Following on from last week, I’ve been thinking more about parcelling out information. Whereas there are undoubtedly lots of different approaches to this, two examples always spring to mind.
My mind, anyway. Maybe not yours.
These examples are polar opposites yet are equally as effective as each other. As I’m sure you’ve deduced from the title of this post, the first of those is Jurassic Park, the second is Rose (the first episode of the current run of Doctor Who).
Both are master-classes in delivering exposition and yet take totally different approaches.
Jurassic Park goes for the info dump. The first … what? Half an hour? 45 mins? … is a science lesson. We get told how dinosaurs died, evolved, what a velociraptor is (because none of us knew back then) what DNA is, how it’s extracted, how it’s spiced with things, how it’s turned into new dinosaurs, how incredibly fucking stupid that is … and so on.
The genius for me here is I didn’t get bored. I didn’t roll my eyes or start yelling “Get on with it!” at the screen … I just sat there and learnt the things I needed to know. The fact a lot of the exposition was disguised as either a theme park ride or a story told to scare a child/accountant helped. The fact the theme park info-ride didn’t go the way Hammond planned nicely foreshadows what’s to come.
To me there was the perfect amount of information, all clumped together so the following action can be uninterrupted thrills and spills.
That’s version one for me: get it out of the way upfront and then get on with the story. But make it fun and thematic and part of the story.
Version two makes me think of Rose. Russell T. Davies does a fantastic job of feeding us the information in tiny sips. This was probably the best choice here because half of the audience were Doctor Who fans who knew all this, the other half were brand new who had no idea what the show was about.
So he feeds us a morsel at a time.
We focus on Rose*, we see the normal, boring world from her point of view – it’s normal and boring.
Then something scary happens! And there’s this guy who shows up and saves her! He’s weird! He’s exciting! He’s called The Doctor! He blows something up!
And then he’s gone.
And life is even more boring without him.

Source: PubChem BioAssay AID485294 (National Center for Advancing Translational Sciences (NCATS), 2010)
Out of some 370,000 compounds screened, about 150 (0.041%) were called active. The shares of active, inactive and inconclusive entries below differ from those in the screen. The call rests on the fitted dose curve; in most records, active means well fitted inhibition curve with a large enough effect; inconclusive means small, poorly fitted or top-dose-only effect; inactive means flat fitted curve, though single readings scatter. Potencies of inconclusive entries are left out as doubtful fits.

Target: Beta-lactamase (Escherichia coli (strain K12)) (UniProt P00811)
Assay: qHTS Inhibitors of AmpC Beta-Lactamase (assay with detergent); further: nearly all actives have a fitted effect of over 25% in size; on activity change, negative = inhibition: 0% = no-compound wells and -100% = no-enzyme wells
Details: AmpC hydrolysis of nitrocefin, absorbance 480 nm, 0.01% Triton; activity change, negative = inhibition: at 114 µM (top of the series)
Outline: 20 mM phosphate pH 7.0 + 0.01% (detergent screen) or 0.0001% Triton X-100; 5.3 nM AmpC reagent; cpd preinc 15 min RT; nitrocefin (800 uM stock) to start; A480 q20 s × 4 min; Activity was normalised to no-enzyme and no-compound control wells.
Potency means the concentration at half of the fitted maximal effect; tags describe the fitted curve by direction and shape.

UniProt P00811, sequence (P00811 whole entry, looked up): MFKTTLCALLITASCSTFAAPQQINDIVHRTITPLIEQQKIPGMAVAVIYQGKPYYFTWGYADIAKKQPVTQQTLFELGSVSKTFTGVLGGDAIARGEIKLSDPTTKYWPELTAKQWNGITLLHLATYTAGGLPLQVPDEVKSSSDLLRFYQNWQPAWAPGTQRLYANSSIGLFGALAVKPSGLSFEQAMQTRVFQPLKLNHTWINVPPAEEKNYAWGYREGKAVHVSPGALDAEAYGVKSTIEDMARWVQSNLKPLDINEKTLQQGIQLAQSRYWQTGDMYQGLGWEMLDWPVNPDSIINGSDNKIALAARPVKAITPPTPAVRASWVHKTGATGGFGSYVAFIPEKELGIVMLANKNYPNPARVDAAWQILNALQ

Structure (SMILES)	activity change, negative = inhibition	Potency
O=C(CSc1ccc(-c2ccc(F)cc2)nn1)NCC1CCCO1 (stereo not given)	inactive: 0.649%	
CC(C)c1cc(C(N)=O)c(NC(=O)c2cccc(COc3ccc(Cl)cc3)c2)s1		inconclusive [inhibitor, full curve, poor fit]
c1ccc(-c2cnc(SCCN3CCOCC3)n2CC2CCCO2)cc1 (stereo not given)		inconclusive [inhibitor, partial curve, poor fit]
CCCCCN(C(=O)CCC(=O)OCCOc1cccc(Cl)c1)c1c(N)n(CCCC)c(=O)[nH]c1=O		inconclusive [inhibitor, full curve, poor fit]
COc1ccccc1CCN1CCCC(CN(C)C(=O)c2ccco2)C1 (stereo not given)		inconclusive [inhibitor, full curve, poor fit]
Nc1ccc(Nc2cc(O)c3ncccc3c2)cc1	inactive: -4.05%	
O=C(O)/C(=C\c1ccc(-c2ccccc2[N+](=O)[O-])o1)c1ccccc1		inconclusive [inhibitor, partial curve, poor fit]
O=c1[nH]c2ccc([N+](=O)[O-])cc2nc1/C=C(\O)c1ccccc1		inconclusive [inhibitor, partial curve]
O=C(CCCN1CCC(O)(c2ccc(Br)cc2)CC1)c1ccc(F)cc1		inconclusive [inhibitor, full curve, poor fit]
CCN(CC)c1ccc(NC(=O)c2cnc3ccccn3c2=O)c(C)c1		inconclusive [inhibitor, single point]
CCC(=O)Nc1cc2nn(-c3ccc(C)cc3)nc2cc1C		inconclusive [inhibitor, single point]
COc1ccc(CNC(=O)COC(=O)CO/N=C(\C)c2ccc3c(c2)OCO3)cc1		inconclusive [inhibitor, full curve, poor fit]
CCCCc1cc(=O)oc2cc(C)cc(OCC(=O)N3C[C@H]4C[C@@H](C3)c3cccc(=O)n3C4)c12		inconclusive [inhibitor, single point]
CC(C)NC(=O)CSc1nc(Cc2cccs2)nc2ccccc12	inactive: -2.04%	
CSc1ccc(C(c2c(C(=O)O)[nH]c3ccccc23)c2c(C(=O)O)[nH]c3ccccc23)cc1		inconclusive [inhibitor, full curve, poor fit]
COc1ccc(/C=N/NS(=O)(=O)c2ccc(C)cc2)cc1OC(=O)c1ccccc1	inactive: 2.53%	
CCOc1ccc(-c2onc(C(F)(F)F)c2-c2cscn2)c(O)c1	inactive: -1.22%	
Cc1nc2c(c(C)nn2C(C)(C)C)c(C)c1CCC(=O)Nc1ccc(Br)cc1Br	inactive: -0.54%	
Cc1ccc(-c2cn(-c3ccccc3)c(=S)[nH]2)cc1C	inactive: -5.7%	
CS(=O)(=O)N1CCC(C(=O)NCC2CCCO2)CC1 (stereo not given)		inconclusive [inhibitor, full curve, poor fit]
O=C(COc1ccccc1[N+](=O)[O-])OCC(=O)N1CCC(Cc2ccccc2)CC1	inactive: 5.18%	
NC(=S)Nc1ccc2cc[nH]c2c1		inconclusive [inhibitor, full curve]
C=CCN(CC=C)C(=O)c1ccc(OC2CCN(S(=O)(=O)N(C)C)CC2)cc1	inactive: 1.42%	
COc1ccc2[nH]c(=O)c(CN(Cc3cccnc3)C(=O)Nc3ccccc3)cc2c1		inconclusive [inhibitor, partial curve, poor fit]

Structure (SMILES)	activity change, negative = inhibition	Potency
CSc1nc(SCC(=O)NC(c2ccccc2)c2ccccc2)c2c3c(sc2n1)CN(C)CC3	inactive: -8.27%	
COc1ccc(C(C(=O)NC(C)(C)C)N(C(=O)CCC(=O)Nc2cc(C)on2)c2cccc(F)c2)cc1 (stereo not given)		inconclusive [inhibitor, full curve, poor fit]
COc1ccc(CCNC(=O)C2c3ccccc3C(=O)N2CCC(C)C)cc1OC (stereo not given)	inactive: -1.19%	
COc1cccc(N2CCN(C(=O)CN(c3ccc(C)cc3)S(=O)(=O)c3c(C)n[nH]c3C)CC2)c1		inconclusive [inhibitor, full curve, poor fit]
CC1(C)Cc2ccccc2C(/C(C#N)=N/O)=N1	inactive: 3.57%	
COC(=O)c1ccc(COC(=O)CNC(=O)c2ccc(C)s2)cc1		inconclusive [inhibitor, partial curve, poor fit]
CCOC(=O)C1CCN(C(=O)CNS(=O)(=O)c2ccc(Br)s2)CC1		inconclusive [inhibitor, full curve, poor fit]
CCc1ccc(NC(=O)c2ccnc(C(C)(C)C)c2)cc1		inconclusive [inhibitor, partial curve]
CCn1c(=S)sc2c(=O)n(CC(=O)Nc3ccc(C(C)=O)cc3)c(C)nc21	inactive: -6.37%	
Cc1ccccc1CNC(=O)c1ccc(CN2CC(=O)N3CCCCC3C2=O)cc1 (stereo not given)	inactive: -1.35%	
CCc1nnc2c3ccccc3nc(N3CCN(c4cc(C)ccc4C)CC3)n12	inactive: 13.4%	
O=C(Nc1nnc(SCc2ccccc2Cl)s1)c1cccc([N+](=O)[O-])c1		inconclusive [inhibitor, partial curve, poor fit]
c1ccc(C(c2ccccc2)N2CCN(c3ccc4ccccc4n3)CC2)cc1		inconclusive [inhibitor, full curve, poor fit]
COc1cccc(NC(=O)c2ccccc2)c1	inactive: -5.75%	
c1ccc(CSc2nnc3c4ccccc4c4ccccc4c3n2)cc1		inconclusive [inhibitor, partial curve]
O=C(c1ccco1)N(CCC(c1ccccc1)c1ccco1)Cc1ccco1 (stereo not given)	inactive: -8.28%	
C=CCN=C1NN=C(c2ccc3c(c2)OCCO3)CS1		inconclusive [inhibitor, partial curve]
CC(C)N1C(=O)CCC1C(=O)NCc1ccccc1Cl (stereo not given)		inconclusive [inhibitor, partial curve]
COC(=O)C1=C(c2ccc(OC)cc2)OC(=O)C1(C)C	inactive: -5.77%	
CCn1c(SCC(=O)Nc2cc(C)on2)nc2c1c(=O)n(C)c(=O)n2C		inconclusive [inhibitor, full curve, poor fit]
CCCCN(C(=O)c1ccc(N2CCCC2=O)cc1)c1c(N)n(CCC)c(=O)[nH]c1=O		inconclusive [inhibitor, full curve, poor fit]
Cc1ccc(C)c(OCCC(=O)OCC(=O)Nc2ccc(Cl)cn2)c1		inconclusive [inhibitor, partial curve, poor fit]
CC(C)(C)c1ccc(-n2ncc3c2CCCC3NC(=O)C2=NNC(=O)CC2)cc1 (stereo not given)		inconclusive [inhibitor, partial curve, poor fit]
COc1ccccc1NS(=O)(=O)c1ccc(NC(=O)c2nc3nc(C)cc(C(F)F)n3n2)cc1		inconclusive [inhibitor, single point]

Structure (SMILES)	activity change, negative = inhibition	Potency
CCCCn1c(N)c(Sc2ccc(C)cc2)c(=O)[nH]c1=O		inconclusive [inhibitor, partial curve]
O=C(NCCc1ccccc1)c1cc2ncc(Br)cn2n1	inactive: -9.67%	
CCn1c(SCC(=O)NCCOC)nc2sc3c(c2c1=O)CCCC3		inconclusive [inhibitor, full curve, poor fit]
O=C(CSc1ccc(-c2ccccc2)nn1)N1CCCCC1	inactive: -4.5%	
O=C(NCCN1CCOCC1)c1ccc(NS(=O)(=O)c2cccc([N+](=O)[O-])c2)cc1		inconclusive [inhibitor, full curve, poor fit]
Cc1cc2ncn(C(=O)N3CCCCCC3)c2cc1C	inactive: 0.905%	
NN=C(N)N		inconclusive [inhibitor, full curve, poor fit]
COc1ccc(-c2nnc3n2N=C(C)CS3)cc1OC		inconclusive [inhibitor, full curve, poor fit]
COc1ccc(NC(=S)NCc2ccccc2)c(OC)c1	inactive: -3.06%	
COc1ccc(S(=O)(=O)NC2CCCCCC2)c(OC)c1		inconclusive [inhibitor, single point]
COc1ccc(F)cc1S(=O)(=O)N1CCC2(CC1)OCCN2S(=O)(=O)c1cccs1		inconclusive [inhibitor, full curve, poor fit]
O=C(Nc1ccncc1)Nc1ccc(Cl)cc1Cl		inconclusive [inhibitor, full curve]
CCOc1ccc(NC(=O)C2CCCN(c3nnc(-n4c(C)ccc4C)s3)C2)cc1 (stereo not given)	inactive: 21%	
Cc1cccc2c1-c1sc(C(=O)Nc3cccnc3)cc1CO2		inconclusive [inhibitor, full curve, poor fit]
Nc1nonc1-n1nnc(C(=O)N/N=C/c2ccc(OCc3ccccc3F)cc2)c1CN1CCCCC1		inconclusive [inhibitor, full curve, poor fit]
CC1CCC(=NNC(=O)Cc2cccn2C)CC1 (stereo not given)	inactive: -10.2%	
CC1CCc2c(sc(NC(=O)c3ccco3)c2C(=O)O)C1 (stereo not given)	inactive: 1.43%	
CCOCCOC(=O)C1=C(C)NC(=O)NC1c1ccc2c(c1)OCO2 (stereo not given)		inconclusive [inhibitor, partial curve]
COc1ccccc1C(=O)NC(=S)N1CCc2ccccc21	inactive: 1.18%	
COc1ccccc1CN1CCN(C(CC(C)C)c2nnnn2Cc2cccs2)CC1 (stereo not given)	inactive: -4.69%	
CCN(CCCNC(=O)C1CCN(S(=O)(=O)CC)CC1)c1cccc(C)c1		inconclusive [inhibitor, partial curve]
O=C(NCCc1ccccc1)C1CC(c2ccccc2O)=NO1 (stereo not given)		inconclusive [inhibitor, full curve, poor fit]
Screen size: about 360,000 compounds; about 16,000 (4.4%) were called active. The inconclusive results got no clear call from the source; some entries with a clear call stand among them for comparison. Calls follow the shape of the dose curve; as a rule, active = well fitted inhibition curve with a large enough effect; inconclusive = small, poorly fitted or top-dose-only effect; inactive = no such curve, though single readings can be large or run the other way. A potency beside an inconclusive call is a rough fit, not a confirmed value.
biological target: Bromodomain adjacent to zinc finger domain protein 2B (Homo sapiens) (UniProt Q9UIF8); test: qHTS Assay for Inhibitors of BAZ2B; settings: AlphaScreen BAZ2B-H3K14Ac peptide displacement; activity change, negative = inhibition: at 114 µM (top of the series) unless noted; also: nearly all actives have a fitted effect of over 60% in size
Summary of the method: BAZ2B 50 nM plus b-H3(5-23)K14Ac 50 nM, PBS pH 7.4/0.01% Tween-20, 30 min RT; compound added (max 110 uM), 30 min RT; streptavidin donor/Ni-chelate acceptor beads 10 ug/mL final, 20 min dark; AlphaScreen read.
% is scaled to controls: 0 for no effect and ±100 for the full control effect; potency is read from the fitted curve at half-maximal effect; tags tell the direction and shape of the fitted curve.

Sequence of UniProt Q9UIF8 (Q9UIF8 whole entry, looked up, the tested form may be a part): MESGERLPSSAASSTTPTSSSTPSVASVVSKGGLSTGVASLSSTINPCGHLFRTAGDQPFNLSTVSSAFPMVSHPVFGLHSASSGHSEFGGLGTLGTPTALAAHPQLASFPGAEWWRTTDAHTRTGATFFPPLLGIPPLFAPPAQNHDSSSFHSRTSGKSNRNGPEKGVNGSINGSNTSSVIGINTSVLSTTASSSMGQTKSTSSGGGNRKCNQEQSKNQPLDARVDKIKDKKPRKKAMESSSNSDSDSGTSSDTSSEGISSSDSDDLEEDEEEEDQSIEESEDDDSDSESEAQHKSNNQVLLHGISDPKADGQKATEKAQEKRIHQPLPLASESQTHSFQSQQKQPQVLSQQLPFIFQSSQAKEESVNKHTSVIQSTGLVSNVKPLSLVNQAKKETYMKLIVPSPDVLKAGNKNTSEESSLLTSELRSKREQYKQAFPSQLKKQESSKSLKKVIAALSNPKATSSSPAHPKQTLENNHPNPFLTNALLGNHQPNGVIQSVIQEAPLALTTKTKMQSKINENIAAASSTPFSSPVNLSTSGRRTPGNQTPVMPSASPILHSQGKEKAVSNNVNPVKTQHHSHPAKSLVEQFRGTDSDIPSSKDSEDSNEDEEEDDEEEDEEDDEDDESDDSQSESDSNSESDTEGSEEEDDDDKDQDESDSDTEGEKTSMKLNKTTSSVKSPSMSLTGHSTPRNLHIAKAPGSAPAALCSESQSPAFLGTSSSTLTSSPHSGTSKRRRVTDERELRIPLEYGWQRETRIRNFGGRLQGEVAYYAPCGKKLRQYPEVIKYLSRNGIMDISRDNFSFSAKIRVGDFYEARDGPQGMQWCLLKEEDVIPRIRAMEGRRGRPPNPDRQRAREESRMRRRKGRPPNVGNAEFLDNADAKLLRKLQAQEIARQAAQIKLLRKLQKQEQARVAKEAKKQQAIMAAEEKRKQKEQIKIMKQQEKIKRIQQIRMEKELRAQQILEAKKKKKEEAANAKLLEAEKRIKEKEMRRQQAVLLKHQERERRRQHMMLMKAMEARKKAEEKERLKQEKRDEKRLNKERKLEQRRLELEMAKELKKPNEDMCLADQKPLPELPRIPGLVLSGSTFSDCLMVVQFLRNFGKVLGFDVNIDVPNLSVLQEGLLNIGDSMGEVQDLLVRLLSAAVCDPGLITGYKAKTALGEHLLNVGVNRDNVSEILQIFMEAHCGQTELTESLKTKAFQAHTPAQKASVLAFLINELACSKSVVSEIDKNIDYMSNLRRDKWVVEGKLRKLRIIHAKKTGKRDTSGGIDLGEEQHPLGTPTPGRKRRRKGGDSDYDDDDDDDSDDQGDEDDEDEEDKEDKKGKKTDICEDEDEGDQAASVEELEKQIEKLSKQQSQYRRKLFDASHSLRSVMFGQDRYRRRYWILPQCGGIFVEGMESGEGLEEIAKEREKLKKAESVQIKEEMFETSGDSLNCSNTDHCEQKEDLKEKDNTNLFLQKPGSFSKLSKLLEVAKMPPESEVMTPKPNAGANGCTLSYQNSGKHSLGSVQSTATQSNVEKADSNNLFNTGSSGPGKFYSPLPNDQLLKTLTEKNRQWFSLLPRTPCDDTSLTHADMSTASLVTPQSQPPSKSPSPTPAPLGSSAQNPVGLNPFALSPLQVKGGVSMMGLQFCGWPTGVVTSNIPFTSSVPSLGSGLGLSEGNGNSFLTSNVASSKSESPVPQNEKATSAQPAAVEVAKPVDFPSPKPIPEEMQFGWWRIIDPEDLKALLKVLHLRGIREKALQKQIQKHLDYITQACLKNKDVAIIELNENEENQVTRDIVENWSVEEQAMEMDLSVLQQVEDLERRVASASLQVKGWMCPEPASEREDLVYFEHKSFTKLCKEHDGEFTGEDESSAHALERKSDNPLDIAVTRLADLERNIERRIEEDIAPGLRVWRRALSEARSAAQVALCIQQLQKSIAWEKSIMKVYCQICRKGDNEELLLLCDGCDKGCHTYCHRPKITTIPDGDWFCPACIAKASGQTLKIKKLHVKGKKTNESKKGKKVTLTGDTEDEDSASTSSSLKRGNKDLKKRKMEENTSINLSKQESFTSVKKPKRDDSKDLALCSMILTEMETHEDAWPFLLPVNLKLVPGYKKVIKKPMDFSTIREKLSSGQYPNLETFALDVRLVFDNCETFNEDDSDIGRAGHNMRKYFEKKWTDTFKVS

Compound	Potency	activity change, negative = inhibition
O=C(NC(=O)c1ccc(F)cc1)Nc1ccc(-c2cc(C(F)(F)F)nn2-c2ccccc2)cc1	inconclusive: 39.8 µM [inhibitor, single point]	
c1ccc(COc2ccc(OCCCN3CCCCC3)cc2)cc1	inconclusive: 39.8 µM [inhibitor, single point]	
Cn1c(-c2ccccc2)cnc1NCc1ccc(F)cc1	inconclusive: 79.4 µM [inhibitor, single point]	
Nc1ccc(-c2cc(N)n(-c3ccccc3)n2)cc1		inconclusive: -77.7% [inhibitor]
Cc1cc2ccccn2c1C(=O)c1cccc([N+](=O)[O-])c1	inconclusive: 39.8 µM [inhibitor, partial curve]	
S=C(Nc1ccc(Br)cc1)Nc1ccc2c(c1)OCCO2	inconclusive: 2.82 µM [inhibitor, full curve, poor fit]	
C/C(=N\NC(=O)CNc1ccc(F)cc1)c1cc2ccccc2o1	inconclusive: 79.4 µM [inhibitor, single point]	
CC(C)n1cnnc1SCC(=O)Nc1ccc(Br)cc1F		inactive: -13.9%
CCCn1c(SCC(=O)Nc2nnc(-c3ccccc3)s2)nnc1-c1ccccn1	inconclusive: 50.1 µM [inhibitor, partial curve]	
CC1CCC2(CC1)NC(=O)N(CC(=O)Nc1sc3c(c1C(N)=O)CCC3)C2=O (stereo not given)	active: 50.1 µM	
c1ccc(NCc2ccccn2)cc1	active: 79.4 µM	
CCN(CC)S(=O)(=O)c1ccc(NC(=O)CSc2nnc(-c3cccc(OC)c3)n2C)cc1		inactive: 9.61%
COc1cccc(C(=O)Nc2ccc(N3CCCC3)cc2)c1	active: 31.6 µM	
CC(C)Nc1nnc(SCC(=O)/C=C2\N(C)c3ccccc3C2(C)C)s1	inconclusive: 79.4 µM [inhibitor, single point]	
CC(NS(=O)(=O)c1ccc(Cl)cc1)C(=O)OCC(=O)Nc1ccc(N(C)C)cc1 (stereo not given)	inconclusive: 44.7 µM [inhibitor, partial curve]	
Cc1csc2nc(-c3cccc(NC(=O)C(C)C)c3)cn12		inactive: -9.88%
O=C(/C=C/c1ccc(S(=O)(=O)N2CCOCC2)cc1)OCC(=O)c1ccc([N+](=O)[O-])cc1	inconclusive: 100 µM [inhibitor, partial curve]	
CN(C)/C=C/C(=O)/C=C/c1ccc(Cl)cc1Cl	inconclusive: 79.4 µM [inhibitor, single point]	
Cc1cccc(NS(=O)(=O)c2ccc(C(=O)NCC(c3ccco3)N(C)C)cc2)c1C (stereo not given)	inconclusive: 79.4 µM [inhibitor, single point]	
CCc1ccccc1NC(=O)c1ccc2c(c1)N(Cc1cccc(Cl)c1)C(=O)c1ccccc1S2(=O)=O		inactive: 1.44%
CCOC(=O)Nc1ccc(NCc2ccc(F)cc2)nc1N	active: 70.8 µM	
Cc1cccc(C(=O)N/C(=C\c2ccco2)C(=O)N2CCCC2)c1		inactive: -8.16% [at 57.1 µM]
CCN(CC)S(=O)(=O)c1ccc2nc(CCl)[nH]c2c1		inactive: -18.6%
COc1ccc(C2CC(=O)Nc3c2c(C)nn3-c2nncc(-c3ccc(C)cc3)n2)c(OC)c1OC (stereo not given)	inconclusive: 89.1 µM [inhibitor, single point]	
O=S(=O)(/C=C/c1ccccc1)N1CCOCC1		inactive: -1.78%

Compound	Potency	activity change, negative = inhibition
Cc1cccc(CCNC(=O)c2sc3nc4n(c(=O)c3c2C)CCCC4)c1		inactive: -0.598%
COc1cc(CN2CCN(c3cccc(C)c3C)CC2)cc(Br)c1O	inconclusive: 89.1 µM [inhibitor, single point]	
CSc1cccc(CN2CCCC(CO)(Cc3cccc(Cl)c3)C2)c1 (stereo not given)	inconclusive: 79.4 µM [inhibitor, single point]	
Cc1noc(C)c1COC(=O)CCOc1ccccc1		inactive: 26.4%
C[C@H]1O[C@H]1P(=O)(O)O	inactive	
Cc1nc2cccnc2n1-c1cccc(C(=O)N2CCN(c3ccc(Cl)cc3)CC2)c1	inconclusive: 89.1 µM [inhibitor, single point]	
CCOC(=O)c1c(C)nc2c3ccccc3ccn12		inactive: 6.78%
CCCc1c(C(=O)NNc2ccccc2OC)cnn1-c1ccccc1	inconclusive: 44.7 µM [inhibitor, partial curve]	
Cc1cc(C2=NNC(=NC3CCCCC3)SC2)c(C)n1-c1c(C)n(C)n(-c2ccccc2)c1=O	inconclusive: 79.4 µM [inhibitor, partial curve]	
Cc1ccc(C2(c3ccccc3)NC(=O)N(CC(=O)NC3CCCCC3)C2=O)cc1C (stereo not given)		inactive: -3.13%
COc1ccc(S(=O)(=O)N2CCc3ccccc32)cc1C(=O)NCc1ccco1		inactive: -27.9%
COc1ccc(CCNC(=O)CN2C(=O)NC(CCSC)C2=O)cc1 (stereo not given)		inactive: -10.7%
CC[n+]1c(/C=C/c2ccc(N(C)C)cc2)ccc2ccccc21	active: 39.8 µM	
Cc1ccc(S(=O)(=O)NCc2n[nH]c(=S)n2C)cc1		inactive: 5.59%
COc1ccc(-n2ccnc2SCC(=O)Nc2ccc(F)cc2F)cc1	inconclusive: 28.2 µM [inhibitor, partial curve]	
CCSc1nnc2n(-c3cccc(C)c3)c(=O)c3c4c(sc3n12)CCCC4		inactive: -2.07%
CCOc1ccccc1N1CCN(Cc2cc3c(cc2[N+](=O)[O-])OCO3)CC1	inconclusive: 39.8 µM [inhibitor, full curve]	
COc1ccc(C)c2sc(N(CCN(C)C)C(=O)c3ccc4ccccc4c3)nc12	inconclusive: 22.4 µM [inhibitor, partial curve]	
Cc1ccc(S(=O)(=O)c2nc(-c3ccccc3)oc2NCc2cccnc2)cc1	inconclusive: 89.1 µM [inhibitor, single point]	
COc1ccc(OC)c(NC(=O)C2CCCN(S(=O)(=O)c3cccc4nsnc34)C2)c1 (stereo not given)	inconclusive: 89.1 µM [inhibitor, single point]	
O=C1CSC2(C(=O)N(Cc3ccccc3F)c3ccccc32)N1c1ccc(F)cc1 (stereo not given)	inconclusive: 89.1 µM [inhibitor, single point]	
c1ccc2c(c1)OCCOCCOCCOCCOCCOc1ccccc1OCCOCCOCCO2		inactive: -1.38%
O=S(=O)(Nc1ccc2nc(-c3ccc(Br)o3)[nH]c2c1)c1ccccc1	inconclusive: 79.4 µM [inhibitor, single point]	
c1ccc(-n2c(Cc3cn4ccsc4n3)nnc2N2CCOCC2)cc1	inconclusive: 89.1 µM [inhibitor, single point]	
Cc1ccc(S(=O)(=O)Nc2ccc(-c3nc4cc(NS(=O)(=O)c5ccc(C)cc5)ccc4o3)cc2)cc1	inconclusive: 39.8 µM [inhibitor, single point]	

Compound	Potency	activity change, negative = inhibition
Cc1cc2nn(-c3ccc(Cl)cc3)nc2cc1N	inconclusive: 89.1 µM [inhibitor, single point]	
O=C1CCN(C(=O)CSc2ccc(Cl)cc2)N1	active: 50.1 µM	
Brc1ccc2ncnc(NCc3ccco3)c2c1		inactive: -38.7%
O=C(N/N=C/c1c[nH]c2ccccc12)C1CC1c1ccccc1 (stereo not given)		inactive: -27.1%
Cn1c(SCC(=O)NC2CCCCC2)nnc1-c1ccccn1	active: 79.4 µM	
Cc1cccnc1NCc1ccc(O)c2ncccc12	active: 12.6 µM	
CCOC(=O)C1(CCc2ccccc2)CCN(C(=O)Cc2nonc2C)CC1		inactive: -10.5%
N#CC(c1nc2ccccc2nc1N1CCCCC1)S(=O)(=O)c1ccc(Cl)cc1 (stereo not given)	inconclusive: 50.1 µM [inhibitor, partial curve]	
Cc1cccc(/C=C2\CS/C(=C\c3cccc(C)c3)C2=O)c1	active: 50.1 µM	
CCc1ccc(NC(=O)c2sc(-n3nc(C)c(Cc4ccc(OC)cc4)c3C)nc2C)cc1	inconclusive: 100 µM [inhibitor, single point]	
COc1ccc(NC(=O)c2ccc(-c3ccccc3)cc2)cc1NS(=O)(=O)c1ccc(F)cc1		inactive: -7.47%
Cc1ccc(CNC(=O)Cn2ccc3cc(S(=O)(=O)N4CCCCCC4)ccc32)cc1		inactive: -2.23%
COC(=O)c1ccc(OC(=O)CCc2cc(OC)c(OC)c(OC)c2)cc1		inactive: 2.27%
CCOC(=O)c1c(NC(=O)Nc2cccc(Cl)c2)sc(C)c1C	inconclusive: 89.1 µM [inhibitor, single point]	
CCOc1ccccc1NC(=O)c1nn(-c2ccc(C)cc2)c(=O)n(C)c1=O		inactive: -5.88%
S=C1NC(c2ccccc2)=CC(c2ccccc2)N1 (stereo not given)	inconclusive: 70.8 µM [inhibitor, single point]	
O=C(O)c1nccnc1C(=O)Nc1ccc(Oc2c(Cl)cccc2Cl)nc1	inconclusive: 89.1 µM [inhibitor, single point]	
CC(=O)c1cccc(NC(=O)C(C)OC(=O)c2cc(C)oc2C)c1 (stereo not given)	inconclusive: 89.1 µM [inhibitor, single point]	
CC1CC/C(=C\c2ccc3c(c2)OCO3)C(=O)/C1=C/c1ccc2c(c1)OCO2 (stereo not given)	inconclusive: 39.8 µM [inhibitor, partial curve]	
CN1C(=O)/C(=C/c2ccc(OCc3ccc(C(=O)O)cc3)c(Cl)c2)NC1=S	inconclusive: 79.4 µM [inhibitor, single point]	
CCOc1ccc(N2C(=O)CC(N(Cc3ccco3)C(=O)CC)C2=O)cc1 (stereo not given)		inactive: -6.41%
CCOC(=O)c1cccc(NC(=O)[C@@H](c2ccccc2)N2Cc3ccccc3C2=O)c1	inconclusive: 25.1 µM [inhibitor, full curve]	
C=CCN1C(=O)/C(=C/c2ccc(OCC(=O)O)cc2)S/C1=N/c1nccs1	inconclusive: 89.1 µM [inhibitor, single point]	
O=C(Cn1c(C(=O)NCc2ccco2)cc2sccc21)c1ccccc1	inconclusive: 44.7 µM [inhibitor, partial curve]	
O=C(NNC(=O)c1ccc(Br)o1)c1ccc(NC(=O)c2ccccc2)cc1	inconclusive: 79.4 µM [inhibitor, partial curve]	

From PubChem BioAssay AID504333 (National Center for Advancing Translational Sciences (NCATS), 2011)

Who is he?
And then there he is again! He’s an alien! He’s clever, he knows things we don’t!
And then he’s gone again.
Just before the mystery tips over into confusion (which is problematic), there’s a conspiracy theorist who gives us a mini-info dump … which we deserve. We’ve earnt a little respite from the mystery.
Now we have some answers … and a lot more questions. Is this guy immortal? Is there more than one of them? Is he some kind of time traveller?
And then he’s there again and it’s all action and adventure! And we’re in the TARDIS, which is … what? Another mini-info dump. It’s a spaceship, it’s bigger on the inside … stuff like that.
There’s only about ten minutes to go now and we nearly know everything … except we don’t. The Nestene Intelligence hints at things even hardcore fans don’t understand – why is it scared of the TARDIS? What’s a Time War? Something’s happened in the 16 years the show was off air. Something we won’t find out about for a few weeks yet.
Even when all’s resolved, there’s still one more piece of information. The very last line of the first episode completes the basic set up:
45 mins to fully educate the new audience as to the nature of the show. Without leaving people confused or bored.
Well, I wasn’t anyway.
True the actual story feels a bit light … but that feels inevitable in reintroducing the concept to the masses. It’s a simple story with few twists and turns … but they are there and the sense of mystery the episode creates makes up for the lack of story.
I think so, anyway. You may have a different opinion. Good for you.
Those two extremes are how I think about exposition. Which serves the story better? Is one inherent to a film (because you have a captive audience in a cinema and more (or less, depending on how you look at it) time to tell the story?) and the other better suited to TV (because people will change the channel if they’re being lectured for 30 mins)? Can you do a mixture of the two? Is there a better, third way?#
All these questions and more will probably never be answered by me because by now I’ve either forgotten I’ve written this or am already bored of thinking about it.
I just like to think about these two examples whenever I start a new project.
*To me, this centring the show on the companion is both a genius move and a bit of a problem. I may talk about this in more depth at some point … or I may not.
#Depends, probably not, possibly, I imagine so, probably.